We have forwarded to the care of Major Lunt, fifteen hundred and forty pair of shoes, thirteen hundred and ten blankets, thirteen hundred and thirty-five shirts, fourteen hundred and eighty-nine pair of hose, and nine hundred hats, for that part of the continental army raised by this Commonwealth. We thought it our duty to inform your honor our reason the above mentioned clothing was not ordered into the continental store. The general court did not comply with the late recommendation of Congress, respecting clothing the continental army. We shall forward about two thousand suits of clothing for the relief of the troops raised by this state, in about four weeks. We are exceeding sorry it has not been in our power to forward the winter clothing sooner. Your honor’s thorough knowledge of the state our public finances have been in, prevents our writing more fully on that subject. We are with great respect and esteem, Your honor’s most humble servants

Wales and Davis, Committee Supplies


Albany January 5th 1782

Dear Sir

Your favor of the 26th ult. I had the honor to receive on the 30th. Please to accept my best thanks for your attention to my recommendation in favor of the party left with me.

If Arnold had any sensibility left he would not have ventured to expose him self on a new scene, where people will speak and act without that restraint, which was imposed upon them at New York, I shall not be surprized to learn that he meets with the insults due to his Infamy even in the Theatres.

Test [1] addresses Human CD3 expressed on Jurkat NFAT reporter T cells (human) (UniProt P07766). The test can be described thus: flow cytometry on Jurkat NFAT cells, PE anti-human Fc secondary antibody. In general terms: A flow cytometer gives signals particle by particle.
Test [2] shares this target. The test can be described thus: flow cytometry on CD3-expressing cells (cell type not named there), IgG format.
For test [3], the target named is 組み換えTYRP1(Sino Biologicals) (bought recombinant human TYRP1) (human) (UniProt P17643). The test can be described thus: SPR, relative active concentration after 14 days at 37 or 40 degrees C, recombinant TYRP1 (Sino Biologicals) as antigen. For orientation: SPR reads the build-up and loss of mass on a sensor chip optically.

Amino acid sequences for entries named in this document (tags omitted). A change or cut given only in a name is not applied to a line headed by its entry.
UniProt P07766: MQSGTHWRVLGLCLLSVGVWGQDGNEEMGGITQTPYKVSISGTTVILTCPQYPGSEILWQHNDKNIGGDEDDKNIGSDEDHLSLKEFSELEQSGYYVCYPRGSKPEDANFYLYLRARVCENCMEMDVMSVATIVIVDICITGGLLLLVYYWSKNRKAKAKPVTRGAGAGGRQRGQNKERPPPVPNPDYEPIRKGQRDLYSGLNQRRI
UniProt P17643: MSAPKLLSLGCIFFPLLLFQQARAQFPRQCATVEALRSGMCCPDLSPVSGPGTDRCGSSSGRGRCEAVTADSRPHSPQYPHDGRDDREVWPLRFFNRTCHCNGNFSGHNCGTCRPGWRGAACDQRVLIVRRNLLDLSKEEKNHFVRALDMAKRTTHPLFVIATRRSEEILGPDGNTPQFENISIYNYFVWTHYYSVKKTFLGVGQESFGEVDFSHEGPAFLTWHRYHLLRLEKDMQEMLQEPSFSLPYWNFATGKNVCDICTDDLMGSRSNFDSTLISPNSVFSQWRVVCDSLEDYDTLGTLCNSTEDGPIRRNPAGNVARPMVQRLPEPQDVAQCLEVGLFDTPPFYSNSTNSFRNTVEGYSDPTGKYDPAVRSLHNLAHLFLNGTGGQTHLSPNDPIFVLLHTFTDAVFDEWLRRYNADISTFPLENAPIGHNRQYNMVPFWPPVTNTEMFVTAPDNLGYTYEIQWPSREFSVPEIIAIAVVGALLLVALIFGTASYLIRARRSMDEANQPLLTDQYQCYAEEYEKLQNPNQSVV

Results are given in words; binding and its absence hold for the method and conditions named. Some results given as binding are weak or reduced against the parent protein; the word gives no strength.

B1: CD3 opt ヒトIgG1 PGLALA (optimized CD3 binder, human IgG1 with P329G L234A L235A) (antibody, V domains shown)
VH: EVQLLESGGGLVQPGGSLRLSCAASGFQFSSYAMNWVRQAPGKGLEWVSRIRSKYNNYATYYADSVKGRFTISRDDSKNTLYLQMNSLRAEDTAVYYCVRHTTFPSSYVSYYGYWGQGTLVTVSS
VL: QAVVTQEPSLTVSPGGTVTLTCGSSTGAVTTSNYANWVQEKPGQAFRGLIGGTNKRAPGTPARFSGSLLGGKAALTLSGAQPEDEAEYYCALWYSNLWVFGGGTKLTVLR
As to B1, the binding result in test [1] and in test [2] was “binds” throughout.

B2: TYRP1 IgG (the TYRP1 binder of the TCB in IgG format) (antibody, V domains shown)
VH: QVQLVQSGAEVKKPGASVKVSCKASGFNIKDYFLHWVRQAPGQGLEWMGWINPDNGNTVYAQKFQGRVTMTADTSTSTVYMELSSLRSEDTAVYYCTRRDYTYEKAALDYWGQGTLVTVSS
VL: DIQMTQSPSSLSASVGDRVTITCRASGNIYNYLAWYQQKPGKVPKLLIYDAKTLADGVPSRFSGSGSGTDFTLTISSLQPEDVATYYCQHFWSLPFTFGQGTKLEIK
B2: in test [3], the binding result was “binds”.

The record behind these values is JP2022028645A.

Captain Holt Dunham of the nine months men of this state was convicted by a Court martial of some improper intercourse with the enemy and sentenced (as I am informed) to imprisonment during the war; which I have promised to do If his relations who are Staunch whigs, will become his security and that he will become a secret agent for us, both of which he has promised to do, he has family bond and as he is sensible and enterprizing, he can be useful in that line. Should you think It not improper to pardon him on these conditions I will test his fidelity, in such a manner that he cannot Injure us should he be insincere, before I place any important confidence in him.

Please to accept the compliments of the season. I am Dear Sir with every wish for your health & happiness and with truth & Esteem Your most Obedient Servant

Ph: Schuyler


Janry 19th 1782

One Isaac Colton of Springsfield, who has been some time with the enemy, says—While in New York some time in the month of October last, at Mr Mott’s tavern, the sign of the horse, near the bowry, where he quartered, he heard a conversation at several times between one Vernon, formerly Sheriff of Chester county, State of Pennsylvania, one Phersner, and one William Mattock of the same county—laying a plan to take the life of General Washington, and to seize governor Reed and convey him to New York. Phersner offered Mattock two thousand guineas to take the life of general Washington, which they imagined could be best effected in Philadelphia some evening when he was going to or from his quarters. Colton does not know whether Mattock undertook or not. He said he thought he could effect it, but that the sum was not enough, as he must leave his country. One George Davis of Chester county thought it might be effected. For taking governor Reed five hundred guineas were offered, and a party was sent, among whom were George St Clair, Robert Barlow, one Davis, and one Smith—Four or five of the party went, but did not succeed.